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News and Media

News and Media

By Founder and President Kurt Lieber

What a great day it was – kicking off our debris removal work in the coastal waters of the Big Island of Hawai’i!

Inaugural Outing for New Clean Ocean Partners

It was a sunny Saturday when ODA volunteers boarded a dive boat in Kawaihae Harbor, which is located on the northwest shores of the Big Island—the largest of all the Hawaiian islands. 

Kurt Lieber and Rebekah Kaufman of Island Divers, Big Island

This was our first day of on-the-water activities, December 9th, partnering with Greg and Rebekah Kaufman, who own and operate a dive company called Kohala Divers.

The boat was entirely filled, to the point that when we started posing for a group picture on the boat, it started listing severely to one side.  Oh boy, better take that picture quickly!

Ocean Defenders Crew before departure

There was no wind and very little wave action as we motored out of the harbor; an ideal day to look for trash that floats on the surface. Greg, also the boat’s captain, he told me about a day not long ago when they found (and hauled out) so much trash that it filled up the entire rear deck of the boat.

We headed north, up the coast for about an hour, but really didn’t find much floating debris to remove. So we decided to go for a dive at a site called Black Point Caves.

SCUBA Divers Give Back to the Ocean

Since this was our first time doing an underwater cleanup, I gave a special crew briefing about how best to remove fishing lines from any entangled corals that they might find. I also emphasized how important it is to maintain proper buoyancy, so as not to do any damage to the very corals we were trying to protect.

The ocean-defending volunteer divers on this outing were: Bill Boffing, Jeannie Erickson, Frank Krebs, Peter Krottje, Wendy Kucera, Jill Kupitz, Marla Lafer, Pam Madden, Susanne Otero, Joe Proulx, and Julia Rose.

As the divers were putting their suits on and getting ready to enter the water, we could see two manta rays swimming at the surface not far from the boat. The first two divers in got to actually see them before they swam away. Pretty exciting! We’re doing what we do for these ocean creatures…and all others!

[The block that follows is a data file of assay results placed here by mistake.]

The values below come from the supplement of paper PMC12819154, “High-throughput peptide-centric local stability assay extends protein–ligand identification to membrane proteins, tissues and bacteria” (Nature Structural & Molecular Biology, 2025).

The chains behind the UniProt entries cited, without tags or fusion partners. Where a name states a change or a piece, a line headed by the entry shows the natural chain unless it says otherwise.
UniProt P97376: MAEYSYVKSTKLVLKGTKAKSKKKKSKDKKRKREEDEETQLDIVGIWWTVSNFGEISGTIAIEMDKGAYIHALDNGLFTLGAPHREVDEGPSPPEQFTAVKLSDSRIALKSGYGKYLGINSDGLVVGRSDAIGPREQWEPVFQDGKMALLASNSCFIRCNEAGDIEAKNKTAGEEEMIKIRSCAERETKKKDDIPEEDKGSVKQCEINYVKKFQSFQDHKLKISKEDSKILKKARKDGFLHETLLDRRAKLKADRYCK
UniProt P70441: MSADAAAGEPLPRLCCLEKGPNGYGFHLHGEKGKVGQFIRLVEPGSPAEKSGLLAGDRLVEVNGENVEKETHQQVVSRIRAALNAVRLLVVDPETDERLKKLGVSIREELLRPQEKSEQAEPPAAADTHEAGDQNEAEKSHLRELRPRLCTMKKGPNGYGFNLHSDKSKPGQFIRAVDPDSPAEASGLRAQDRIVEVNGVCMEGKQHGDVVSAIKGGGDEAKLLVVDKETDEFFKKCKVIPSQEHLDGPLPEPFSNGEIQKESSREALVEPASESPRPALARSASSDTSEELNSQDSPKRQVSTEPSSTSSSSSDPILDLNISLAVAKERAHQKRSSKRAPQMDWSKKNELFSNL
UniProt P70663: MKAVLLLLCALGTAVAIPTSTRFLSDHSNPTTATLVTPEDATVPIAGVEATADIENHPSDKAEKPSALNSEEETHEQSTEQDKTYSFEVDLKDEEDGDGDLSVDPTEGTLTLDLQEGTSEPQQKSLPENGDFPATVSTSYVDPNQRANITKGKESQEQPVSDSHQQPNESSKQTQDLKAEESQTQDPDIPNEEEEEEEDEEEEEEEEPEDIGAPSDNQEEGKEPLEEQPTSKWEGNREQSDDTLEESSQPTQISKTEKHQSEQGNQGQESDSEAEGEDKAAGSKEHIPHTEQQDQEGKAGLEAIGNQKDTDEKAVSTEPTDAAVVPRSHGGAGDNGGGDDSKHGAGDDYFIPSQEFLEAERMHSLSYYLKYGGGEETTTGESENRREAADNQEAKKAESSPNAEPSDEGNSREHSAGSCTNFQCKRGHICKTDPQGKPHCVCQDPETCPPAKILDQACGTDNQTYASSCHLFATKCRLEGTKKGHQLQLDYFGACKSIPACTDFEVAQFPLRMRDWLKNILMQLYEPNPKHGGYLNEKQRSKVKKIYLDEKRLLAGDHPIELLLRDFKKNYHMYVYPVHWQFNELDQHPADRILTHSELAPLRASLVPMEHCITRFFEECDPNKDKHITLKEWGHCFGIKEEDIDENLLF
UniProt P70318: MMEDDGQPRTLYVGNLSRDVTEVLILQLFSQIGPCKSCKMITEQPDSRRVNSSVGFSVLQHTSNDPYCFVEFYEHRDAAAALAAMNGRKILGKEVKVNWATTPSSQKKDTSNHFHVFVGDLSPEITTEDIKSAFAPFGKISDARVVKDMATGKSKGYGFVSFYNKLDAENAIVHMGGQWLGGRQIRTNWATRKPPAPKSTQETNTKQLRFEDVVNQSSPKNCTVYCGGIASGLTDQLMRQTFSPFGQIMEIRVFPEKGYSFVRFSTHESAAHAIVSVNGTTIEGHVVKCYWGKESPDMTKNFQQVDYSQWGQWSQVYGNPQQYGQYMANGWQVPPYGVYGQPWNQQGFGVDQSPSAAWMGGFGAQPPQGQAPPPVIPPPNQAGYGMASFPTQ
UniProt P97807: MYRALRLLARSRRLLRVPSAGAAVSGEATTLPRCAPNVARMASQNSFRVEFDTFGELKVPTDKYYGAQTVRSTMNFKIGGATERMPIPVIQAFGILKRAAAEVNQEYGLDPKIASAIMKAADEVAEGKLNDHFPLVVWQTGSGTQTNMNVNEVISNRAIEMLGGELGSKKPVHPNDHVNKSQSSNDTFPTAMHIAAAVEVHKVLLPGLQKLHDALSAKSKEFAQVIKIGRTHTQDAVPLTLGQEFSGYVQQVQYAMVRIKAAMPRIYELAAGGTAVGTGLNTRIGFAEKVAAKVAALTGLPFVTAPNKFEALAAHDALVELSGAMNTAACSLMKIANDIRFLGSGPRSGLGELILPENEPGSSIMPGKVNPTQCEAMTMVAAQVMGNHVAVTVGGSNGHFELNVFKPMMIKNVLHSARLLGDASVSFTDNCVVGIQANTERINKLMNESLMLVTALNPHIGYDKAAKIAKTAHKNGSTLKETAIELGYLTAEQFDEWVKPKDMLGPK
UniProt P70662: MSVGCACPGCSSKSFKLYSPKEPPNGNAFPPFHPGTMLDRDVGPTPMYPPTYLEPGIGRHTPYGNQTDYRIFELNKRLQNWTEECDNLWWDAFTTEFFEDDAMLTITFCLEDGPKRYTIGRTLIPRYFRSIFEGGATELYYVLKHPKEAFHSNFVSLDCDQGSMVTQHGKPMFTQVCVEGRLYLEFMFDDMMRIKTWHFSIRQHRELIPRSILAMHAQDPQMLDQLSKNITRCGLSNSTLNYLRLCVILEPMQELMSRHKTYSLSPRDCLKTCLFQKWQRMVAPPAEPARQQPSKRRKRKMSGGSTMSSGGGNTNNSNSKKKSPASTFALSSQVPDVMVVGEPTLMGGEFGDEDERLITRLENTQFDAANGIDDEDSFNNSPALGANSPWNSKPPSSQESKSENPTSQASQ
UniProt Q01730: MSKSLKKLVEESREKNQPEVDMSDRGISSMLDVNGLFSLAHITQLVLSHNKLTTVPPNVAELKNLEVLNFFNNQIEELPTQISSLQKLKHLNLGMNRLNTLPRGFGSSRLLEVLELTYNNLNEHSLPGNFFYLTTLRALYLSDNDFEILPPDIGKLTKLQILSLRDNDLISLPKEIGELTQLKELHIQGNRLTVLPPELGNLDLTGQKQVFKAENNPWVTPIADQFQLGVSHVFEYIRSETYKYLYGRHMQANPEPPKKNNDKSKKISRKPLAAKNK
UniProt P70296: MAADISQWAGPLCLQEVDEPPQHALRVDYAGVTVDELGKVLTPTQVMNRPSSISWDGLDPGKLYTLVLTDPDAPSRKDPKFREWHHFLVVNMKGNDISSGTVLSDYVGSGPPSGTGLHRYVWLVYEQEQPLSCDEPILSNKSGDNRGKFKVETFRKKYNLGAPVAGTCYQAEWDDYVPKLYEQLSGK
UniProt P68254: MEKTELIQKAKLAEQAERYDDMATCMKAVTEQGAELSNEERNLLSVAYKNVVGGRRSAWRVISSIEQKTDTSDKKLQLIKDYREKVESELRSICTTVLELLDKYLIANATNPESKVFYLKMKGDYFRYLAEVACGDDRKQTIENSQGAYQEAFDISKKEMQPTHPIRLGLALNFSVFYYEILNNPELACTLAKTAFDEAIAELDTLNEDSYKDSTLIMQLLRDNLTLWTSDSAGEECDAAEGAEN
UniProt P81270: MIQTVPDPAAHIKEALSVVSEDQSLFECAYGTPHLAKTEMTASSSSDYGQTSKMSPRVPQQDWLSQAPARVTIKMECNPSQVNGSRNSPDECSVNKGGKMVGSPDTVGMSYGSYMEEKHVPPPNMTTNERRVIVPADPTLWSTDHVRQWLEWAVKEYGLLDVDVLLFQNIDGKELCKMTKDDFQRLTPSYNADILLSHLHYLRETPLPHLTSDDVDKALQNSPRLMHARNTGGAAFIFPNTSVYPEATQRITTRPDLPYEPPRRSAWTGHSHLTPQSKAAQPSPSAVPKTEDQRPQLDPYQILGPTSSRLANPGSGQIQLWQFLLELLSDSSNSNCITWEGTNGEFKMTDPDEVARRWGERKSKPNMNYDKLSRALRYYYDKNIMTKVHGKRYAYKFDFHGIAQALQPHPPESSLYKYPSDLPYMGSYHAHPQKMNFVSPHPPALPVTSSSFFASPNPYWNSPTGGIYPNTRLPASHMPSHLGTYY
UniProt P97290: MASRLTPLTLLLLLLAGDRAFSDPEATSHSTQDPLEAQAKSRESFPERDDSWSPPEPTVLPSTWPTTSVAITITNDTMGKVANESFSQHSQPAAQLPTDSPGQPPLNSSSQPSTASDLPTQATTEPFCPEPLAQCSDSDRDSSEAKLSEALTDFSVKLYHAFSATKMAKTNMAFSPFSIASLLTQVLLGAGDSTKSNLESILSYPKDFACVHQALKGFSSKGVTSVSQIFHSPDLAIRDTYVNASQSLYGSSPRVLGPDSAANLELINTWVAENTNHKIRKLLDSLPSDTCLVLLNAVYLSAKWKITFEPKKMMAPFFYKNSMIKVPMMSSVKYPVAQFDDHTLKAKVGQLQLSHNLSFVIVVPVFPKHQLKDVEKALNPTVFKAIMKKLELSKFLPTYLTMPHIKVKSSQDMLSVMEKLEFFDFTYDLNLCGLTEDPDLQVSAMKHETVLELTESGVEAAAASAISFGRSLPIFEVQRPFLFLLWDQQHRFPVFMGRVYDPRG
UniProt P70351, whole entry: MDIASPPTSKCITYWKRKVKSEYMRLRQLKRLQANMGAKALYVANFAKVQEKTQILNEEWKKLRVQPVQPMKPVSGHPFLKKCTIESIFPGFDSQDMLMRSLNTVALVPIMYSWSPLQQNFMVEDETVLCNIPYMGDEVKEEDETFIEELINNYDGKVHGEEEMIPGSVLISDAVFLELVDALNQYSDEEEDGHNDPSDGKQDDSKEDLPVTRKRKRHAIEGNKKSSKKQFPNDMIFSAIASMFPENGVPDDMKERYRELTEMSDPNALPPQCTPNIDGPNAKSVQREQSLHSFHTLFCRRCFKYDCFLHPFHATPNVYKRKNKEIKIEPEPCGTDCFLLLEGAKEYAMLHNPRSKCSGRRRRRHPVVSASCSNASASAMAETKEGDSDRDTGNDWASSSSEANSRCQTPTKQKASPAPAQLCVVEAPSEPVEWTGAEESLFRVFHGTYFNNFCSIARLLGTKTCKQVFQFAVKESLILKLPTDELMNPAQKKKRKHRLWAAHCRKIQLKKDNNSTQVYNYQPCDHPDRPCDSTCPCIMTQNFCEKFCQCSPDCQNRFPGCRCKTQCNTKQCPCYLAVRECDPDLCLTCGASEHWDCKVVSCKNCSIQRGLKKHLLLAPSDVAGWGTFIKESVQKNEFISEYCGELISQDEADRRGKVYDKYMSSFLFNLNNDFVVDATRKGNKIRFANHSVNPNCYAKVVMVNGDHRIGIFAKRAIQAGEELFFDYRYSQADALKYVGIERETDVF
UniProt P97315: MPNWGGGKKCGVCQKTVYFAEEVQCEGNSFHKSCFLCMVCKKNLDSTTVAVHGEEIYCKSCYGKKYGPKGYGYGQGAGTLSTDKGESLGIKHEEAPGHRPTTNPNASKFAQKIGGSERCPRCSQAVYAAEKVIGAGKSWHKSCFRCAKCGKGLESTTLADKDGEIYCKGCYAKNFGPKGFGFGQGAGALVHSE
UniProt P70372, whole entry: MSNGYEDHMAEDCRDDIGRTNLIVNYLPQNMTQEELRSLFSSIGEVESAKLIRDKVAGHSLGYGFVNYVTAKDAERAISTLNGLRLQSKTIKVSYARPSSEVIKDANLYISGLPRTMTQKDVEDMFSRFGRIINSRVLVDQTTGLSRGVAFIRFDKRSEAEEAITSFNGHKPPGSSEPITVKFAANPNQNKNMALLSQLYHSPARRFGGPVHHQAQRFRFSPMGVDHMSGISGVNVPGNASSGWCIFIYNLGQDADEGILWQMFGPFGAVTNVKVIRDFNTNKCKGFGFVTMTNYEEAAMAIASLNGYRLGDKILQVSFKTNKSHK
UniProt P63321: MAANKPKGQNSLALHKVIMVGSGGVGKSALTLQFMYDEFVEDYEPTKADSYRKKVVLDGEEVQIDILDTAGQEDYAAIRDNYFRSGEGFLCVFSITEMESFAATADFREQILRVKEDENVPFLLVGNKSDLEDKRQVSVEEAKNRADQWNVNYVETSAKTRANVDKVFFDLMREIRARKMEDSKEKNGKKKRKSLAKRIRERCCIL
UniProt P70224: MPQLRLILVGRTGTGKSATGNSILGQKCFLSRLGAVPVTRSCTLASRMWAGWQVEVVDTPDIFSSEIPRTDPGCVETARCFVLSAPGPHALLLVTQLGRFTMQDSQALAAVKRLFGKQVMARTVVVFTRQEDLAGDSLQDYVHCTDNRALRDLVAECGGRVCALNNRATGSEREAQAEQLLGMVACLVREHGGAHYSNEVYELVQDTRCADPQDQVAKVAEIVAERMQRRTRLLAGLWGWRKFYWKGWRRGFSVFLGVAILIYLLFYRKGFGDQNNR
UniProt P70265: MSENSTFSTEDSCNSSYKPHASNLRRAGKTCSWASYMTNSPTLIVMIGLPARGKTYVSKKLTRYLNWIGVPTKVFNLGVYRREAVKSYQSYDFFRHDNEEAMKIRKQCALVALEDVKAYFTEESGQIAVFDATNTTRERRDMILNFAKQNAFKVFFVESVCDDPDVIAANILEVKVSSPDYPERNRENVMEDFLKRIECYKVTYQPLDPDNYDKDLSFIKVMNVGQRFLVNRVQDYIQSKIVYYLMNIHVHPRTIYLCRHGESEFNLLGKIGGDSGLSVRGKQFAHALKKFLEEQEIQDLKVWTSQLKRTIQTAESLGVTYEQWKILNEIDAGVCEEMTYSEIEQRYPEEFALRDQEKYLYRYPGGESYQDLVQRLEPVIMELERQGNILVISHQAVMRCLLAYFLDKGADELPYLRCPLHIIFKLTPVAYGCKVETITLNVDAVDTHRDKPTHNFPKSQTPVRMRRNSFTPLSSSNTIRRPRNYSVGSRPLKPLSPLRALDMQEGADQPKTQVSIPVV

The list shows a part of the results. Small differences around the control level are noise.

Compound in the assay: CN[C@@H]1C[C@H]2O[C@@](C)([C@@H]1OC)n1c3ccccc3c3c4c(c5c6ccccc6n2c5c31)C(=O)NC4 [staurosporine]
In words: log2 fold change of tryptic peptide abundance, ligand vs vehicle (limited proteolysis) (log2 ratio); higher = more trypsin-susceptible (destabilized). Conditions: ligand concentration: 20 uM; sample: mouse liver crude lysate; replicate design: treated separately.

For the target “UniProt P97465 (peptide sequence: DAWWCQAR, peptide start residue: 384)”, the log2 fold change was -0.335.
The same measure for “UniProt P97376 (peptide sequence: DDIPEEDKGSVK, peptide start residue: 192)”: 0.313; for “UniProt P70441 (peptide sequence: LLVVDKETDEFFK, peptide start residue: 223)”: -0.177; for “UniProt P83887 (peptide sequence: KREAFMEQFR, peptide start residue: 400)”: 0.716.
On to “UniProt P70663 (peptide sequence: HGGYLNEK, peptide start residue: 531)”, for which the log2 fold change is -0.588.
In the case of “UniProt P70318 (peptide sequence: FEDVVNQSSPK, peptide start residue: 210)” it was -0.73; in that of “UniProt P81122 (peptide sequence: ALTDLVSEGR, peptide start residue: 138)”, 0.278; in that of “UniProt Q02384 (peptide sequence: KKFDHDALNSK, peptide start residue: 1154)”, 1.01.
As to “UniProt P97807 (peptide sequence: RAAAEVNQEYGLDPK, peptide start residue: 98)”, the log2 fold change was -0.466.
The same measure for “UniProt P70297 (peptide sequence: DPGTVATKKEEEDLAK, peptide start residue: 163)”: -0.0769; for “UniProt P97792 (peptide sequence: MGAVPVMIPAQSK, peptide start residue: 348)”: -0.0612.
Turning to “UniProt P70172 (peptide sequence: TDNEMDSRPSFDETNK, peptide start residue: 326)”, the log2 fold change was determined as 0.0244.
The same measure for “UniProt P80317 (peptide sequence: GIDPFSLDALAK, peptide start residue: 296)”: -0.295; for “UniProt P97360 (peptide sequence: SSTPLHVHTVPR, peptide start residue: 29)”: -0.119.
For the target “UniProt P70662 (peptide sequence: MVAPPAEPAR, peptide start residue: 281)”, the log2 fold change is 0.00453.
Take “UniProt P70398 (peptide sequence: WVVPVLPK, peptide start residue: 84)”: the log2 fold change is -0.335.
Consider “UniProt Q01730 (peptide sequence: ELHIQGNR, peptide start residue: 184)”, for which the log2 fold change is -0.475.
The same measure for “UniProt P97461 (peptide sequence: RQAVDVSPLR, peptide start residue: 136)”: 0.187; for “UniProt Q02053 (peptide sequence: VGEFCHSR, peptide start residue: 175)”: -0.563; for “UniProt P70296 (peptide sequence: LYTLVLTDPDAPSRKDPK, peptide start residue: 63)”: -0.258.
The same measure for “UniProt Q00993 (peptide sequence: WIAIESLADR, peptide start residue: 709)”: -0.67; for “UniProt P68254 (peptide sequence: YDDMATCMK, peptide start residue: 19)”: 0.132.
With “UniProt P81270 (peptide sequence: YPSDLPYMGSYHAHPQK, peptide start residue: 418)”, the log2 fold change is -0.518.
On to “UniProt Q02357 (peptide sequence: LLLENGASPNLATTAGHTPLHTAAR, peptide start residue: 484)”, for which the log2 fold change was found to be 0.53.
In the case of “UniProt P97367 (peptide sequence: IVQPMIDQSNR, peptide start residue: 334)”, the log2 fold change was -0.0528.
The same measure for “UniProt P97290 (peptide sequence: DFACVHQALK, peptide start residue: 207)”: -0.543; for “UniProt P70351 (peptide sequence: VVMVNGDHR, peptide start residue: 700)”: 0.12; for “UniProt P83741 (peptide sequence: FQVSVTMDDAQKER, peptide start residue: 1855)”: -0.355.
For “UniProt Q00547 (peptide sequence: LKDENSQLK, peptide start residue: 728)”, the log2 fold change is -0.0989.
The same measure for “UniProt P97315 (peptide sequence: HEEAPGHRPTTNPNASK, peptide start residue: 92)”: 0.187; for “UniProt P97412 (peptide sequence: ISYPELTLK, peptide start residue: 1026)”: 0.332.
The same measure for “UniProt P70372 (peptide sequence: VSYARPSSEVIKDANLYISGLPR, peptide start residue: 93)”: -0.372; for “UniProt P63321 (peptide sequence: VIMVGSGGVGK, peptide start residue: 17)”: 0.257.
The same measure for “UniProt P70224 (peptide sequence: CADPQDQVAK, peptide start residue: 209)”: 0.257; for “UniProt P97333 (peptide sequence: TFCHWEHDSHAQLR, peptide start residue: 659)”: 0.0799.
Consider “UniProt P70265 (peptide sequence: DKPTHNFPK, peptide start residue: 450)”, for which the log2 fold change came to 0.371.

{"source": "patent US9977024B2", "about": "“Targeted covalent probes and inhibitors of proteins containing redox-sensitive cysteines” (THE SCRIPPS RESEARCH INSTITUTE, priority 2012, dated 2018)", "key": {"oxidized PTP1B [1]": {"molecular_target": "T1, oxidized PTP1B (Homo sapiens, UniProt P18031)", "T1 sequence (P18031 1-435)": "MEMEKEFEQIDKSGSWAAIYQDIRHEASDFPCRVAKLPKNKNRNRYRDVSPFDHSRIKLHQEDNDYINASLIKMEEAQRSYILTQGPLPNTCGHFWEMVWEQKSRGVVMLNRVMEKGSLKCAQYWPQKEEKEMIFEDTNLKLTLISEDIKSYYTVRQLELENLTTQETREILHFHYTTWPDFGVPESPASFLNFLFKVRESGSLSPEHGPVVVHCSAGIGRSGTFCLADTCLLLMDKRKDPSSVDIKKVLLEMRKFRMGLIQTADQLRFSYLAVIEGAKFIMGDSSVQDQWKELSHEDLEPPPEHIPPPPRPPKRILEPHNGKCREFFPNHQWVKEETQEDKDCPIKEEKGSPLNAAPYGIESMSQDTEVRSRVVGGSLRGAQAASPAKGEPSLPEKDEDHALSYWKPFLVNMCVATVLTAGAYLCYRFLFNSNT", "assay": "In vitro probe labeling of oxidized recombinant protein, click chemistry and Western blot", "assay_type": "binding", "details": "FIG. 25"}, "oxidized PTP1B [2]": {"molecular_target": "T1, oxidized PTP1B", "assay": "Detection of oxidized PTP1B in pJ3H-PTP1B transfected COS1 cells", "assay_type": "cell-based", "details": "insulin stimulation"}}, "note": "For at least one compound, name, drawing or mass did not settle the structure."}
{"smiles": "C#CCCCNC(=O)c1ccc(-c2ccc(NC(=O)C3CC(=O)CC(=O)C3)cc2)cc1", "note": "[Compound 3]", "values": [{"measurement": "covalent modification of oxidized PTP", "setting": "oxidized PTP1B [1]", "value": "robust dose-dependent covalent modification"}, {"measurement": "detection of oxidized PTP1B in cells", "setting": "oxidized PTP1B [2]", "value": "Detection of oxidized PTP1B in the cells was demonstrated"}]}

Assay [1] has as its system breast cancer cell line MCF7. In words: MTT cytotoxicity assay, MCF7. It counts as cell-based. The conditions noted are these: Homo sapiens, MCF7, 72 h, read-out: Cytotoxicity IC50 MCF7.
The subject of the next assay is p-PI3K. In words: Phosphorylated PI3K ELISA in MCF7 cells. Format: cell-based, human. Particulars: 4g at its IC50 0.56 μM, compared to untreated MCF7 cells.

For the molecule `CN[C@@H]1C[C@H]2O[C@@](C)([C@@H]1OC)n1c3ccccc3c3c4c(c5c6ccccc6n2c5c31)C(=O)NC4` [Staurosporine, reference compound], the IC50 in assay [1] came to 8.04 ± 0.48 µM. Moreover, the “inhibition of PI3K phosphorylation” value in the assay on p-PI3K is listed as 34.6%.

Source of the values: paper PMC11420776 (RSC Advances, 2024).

Dive boat at surface

Black Point is an exceptional dive site, and many dive boats frequent the spot. There are mooring balls at several points, which allows the boats to use them instead of dropping their anchors which damage the ocean floor. [Note: A mooring ball floats on the surface and is connected to a large, heavy anchor permanently attached to the seabed.]

Everybody broke up into teams of two to four divers each and headed towards the shoreline. After an hour of debris hunting, everybody kicked back to the boat without much effort because there wasn’t any current. Nice!

UW Diver with bundle of recovered line

All the teams had their bags filled with debris. Most of it was fishing lines, lots of lead weights, and some pieces of plastic to boot.

We headed back to the harbor with a sense of accomplishment. We successfully removed approximately 2,000 feet of fishing line, dozens of hooks and about 40 pounds of lead weights. There wasn’t a soul on the boat that didn’t want to DO IT AGAIN!

Crew with the catch of the day

And that we will. ODA is putting together a schedule to partner with Kohala Divers once a month for the next year. If you want to participate as a diver, a photographer or a deck hand, please fill out our Crew Application on this page and then keep an eye on our calendar.

Many mahalos to Greg and Rebekah and all our new Kohala Diver volunteers. We look forward to defending the waters of the Big Island with you, making it a much cleaner, safer place for ocean wildlife…and people, too!

Your support will help keep our boats at sea and our crew removing debris - thank you!

Contribute towards clean seas

Check out all the great pics of the day!